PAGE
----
Who Opposed Nuking Japan?

“The Japanese were ready to surrender and it wasn’t necessary to hit them with that awful thing.” —Gen. Dwight D. Eisenhower

“In 1945 Secretary of War Stimson, visiting my headquarters in Germany, informed me that our government was preparing to drop an atomic bomb on Japan. I was one of those who felt that there were a number of cogent reasons to question the wisdom of such an act. … The Secretary, upon giving me the news of the successful bomb test in New Mexico, and of the plan for using it, asked for my reaction, apparently expecting a vigorous assent. During his recitation of the relevant facts, I had been conscious of a feeling of depression and so I voiced to him my grave misgivings, first on the basis of my belief that Japan was already defeated and that dropping the bomb was completely unnecessary, and secondly because I thought that our country should avoid shocking world opinion by the use of a weapon whose employment was, I thought, no longer mandatory as a measure to save American lives. It was my belief that Japan was, at that very moment, seeking some way to surrender with a minimum loss of ‘face.’ The Secretary was deeply perturbed by my attitude.” —Gen. Dwight D. Eisenhower

“The use of the atomic bomb, with its indiscriminate killing of women and children, revolts my soul.” —Herbert Hoover

“[T]he Japanese were prepared to negotiate all the way from February 1945 … up to and before the time the atomic bombs were dropped; … [I]f such leads had been followed up, there would have been no occasion to drop the bombs.” —Herber Hoover

“I told [Gen. Douglas] MacArthur of my memorandum of mid-May 1945 to Truman, that peace could be had with Japan by which our major objectives would be accomplished. MacArthur said that was correct and that we would have avoided all of the losses, the Atomic bomb, and the entry of Russia into Manchuria.” —Herbert Hoover

“MacArthur’s views about the decision to drop the atomic bomb on Hiroshima and Nagasaki were starkly different from what the general public supposed. When I asked General MacArthur about the decision to drop the bomb, I was surprised to learn he had not even been consulted. What, I asked, would his advice have been? He replied that he saw no military justification for the dropping of the bomb. The war might have ended weeks earlier, he said, if the United States had agreed, as it later did anyway, to the retention of the institution of the emperor.” —Norman Cousins

“General MacArthur definitely is appalled and depressed by this Frankenstein monster. I had a long talk with him today, necessitated by the impending trip to Okinawa. He wants time to think the thing out, so he has postponed the trip to some future date to be decided later.” —Gen. Douglas MacArthur’s pilot, Weldon E. Rhoades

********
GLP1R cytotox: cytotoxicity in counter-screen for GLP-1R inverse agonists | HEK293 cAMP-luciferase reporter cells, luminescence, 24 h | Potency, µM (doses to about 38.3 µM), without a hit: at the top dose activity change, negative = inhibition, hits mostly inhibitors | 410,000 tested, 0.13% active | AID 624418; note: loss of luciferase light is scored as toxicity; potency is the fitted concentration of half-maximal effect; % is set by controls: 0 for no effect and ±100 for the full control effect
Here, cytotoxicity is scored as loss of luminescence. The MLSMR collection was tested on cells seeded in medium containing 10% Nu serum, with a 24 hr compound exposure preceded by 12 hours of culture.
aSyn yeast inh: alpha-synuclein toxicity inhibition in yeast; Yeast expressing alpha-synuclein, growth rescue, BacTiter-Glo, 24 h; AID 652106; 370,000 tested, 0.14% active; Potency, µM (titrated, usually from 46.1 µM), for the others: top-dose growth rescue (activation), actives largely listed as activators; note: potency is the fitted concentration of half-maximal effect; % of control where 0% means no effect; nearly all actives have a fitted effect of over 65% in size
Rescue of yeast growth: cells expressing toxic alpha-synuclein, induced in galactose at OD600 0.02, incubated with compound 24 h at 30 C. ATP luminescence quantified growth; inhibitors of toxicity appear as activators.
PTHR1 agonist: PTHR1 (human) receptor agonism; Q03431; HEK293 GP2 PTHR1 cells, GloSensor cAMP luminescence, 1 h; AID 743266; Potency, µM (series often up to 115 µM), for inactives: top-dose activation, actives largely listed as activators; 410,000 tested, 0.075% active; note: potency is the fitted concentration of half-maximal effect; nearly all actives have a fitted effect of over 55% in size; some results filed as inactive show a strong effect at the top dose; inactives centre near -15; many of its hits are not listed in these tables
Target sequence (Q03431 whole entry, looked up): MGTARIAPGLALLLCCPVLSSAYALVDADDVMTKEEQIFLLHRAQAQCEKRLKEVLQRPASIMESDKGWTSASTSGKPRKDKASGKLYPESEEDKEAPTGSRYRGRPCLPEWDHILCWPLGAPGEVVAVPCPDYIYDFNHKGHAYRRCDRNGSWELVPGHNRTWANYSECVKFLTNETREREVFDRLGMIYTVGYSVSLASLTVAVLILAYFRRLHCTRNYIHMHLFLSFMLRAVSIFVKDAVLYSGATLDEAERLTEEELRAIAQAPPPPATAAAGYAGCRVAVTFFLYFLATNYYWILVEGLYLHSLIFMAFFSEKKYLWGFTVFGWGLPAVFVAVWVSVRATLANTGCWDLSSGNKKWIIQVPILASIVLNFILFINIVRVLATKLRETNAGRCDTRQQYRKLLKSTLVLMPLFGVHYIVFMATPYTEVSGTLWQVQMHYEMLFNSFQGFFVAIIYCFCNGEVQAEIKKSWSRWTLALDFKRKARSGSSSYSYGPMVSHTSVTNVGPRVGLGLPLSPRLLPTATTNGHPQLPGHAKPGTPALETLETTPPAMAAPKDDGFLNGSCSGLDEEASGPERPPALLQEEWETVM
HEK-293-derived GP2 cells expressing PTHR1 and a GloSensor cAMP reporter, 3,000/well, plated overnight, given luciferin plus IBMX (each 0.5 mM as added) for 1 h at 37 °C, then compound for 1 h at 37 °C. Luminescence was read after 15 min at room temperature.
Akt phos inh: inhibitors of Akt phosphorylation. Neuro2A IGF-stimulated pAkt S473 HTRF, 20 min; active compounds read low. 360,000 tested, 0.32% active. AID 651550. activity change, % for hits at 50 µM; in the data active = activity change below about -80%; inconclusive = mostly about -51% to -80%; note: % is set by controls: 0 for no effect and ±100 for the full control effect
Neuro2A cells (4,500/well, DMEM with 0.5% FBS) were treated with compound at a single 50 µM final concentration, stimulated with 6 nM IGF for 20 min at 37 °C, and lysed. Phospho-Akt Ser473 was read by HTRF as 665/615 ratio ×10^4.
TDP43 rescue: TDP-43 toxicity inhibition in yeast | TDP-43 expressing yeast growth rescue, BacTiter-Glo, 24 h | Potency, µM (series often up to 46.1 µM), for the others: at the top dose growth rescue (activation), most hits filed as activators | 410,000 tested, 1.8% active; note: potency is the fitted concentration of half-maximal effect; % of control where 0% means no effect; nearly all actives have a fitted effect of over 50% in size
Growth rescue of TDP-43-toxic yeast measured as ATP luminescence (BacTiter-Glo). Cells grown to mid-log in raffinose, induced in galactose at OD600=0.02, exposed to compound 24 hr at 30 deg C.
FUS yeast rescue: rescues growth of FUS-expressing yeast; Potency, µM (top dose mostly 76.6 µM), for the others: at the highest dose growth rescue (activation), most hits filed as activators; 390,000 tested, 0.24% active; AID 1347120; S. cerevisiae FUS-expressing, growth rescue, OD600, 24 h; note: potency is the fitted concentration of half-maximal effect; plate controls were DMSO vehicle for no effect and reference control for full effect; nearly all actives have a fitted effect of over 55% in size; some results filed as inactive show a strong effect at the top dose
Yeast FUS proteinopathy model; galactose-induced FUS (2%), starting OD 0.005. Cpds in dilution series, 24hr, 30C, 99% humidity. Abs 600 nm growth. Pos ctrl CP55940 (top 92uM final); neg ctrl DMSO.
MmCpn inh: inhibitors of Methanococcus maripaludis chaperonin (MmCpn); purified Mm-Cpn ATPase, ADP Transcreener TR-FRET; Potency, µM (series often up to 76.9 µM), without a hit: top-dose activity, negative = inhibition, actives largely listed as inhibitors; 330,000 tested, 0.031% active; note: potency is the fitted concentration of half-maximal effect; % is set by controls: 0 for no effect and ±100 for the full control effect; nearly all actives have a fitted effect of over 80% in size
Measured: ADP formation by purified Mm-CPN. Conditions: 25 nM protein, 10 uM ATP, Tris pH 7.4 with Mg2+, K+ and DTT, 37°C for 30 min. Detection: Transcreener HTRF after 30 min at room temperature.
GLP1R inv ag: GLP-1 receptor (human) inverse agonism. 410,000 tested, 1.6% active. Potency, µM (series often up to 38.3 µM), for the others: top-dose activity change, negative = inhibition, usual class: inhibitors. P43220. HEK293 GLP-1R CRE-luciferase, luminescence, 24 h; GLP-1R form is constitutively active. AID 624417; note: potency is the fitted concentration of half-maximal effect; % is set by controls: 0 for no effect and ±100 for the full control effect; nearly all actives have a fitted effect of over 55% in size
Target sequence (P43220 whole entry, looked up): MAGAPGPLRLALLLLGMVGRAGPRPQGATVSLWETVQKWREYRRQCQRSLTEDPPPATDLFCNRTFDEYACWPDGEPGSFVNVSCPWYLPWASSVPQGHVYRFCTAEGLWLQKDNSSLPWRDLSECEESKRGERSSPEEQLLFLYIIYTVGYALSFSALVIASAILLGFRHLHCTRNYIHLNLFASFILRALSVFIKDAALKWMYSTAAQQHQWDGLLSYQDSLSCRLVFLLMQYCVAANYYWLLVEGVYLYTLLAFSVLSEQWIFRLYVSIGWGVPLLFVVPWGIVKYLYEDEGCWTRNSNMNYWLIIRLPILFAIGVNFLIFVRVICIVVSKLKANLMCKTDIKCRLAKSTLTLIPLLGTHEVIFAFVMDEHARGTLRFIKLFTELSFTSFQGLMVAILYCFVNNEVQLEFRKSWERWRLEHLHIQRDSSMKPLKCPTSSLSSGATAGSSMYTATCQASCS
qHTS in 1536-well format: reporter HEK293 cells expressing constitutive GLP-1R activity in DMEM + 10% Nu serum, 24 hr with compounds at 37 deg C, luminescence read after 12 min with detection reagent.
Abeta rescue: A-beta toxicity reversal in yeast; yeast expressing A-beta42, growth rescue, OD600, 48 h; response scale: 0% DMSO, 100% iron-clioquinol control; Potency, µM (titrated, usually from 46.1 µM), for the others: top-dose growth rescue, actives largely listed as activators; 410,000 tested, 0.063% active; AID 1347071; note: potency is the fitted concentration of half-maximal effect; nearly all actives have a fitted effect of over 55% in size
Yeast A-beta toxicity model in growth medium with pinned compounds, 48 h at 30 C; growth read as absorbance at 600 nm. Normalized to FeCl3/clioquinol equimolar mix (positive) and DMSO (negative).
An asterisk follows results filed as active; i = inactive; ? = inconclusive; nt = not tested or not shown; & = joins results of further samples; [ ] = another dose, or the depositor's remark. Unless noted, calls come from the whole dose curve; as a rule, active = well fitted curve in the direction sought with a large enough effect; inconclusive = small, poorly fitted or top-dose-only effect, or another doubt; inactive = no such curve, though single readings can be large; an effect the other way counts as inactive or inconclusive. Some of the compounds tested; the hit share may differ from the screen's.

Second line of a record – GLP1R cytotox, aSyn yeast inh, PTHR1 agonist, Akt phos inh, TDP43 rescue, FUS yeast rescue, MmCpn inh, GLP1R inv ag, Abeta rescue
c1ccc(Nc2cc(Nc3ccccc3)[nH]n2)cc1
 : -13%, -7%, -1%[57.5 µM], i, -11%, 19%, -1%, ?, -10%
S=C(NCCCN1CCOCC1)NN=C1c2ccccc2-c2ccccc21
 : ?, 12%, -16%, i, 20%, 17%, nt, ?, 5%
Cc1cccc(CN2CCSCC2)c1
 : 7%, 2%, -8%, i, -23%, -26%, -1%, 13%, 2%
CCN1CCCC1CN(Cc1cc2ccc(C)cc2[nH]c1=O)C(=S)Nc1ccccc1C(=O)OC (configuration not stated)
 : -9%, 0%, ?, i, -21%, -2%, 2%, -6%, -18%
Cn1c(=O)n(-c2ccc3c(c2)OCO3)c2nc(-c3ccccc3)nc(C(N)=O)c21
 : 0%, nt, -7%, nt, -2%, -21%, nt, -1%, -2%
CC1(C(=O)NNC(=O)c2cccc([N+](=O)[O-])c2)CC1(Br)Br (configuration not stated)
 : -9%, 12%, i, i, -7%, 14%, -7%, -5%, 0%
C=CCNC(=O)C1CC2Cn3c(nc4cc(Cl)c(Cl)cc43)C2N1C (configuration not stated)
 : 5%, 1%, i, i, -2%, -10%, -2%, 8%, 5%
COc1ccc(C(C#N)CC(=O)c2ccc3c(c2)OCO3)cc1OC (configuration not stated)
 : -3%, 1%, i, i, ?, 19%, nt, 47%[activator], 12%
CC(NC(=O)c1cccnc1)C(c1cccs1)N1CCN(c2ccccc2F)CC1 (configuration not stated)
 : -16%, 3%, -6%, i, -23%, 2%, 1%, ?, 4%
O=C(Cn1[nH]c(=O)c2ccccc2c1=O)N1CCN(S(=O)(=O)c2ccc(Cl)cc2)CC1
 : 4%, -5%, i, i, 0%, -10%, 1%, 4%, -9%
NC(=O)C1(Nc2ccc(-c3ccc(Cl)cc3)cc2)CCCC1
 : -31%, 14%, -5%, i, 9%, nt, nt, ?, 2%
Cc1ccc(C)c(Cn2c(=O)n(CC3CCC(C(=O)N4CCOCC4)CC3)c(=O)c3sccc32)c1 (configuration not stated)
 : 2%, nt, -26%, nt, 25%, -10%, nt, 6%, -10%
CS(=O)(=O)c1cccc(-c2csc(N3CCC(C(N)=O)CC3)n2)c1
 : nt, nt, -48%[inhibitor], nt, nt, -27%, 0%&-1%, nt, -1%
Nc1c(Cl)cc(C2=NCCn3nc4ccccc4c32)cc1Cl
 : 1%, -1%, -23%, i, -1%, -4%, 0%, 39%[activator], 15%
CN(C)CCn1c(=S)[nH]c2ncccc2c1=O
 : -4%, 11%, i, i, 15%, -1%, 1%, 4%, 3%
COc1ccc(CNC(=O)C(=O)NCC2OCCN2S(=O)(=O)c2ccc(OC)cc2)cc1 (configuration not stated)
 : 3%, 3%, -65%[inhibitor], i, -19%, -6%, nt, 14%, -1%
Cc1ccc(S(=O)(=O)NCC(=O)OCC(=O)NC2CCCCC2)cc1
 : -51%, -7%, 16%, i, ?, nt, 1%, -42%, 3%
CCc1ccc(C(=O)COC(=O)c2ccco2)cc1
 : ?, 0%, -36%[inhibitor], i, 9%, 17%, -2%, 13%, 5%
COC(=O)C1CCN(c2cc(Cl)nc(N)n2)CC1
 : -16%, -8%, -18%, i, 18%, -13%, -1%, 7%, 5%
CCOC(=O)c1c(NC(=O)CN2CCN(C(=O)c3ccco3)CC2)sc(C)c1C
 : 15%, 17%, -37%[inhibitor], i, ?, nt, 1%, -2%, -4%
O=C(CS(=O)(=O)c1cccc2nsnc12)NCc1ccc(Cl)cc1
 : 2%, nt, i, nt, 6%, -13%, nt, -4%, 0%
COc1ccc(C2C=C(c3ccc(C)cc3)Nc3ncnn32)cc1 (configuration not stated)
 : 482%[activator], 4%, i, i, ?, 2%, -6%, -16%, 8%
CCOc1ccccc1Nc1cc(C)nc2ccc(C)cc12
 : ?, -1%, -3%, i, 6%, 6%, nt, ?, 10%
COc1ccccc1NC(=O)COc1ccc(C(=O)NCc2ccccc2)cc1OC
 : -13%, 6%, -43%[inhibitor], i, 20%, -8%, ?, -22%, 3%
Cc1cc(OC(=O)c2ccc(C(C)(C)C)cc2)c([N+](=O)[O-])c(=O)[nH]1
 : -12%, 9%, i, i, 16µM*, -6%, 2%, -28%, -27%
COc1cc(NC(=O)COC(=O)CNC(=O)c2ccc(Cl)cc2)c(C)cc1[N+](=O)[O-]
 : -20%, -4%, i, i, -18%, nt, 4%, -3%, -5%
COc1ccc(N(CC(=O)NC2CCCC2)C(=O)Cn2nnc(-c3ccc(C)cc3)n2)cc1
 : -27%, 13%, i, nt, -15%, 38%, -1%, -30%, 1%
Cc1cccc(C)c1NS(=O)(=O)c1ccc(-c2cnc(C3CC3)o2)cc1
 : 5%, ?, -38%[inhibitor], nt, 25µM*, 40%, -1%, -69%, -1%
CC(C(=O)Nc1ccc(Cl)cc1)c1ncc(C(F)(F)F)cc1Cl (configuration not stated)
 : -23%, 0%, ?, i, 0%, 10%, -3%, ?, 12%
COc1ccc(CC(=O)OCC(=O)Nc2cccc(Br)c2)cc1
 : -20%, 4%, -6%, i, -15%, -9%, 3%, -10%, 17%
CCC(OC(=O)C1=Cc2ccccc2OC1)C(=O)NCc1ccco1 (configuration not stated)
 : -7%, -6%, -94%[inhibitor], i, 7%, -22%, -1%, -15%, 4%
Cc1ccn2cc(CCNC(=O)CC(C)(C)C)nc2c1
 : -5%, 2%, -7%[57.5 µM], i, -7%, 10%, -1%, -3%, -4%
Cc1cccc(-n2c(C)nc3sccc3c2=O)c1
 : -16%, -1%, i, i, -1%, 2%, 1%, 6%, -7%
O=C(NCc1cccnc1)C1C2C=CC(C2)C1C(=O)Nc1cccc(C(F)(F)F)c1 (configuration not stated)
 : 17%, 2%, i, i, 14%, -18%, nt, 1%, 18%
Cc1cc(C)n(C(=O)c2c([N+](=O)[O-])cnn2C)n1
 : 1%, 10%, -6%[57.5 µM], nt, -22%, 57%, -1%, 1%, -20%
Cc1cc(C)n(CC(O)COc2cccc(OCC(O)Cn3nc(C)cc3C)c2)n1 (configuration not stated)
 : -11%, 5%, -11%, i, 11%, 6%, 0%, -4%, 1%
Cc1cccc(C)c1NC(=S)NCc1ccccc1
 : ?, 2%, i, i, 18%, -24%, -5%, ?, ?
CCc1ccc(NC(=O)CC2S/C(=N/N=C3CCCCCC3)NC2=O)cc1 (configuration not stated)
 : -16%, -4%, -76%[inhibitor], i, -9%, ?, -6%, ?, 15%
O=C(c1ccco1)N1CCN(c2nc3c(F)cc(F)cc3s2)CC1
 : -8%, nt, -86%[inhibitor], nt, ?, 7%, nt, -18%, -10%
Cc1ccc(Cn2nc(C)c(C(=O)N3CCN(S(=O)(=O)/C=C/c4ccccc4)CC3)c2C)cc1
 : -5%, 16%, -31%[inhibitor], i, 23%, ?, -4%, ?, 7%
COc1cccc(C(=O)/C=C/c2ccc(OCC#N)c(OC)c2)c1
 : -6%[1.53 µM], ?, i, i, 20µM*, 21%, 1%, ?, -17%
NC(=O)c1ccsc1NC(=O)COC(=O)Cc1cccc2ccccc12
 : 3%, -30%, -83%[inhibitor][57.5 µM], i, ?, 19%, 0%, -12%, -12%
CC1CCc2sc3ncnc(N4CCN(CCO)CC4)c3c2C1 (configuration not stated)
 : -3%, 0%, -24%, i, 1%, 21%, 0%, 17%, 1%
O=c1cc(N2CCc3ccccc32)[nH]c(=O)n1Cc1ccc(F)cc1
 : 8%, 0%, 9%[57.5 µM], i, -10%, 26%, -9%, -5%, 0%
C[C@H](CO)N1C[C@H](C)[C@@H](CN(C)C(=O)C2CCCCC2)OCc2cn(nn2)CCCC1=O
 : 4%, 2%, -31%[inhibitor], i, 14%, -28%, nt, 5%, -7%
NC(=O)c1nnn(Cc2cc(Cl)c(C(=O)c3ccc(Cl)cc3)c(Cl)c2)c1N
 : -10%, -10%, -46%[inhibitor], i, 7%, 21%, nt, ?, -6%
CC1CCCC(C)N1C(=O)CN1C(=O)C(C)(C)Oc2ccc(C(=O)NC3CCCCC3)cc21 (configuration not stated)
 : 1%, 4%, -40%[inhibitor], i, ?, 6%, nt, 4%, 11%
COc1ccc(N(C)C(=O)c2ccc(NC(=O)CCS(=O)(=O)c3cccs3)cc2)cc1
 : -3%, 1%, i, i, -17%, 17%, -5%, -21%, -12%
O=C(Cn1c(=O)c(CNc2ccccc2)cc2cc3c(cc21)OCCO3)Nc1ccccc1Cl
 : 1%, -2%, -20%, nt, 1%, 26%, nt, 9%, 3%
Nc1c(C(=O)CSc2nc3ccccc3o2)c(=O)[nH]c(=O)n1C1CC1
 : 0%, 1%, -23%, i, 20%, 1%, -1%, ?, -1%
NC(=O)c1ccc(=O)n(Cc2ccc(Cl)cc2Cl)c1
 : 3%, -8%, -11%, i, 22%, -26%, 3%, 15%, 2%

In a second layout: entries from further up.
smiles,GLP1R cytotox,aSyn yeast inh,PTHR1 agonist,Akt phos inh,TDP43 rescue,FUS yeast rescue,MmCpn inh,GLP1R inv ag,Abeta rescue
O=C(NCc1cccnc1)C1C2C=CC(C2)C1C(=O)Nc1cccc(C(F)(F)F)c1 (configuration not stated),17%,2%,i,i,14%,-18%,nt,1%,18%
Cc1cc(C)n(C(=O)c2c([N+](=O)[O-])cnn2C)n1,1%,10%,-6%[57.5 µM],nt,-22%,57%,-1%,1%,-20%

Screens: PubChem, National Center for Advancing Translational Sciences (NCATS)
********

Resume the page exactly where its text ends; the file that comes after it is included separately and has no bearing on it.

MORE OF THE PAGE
“[General Douglas] MacArthur once spoke to me very eloquently about it, pacing the floor of his apartment in the Waldorf. He thought it a tragedy that the bomb was ever exploded. MacArthur believed that the same restrictions ought to apply to atomic weapons as to conventional weapons, that the military objective should always be limited damage to noncombatants…MacArthur, you see, was a soldier. He believed in using force only against military targets, and that is why the nuclear thing turned him off…” —Richard Nixon

“The Japanese were ready for peace, and they already had approached the Russians and the Swiss. And that suggestion of giving a warning of the atomic bomb was a face-saving proposition for them, and one that they could have readily accepted. In my opinion, the Japanese war was really won before we ever used the atom bomb.” —Under Secretary of the Navy, Ralph Bird

“The Japanese position was hopeless even before the first atomic bomb fell, because the Japanese had lost control of their own air.” —General “Hap” Arnold

“The Japanese had, in fact, already sued for peace. The atomic bomb played no decisive part, from a purely military point of view, in the defeat of Japan.” — Fleet Admiral Chester W. Nimitz, Commander in Chief of the U.S. Pacific Fleet

“The Japanese had, in fact, already sued for peace before the atomic age was announced to the world with the destruction of Hiroshima and before the Russian entry into the war.” Adm. Nimitz

“The use of this barbarous weapon at Hiroshima and Nagasaki was of no material assistance in our war against Japan. The Japanese were already defeated and ready to surrender because of the effective sea blockade and the successful bombing with conventional weapons … The lethal possibilities of atomic warfare in the future are frightening. My own feeling was that in being the first to use it, we had adopted an ethical standard common to the barbarians of the Dark Ages. I was not taught to make war in that fashion, and wars cannot be won by destroying women and children.” —Fleet Admiral William D. Leahy, Chief of Staff to President Truman

“Truman told me it was agreed they would use it, after military men’s statements that it would save many, many American lives, by shortening the war, only to hit military objectives. Of course, then they went ahead and killed as many women and children as they could, which was just what they wanted all the time.” —Fleet Admiral William D. Leahy, Chief of Staff to President Truman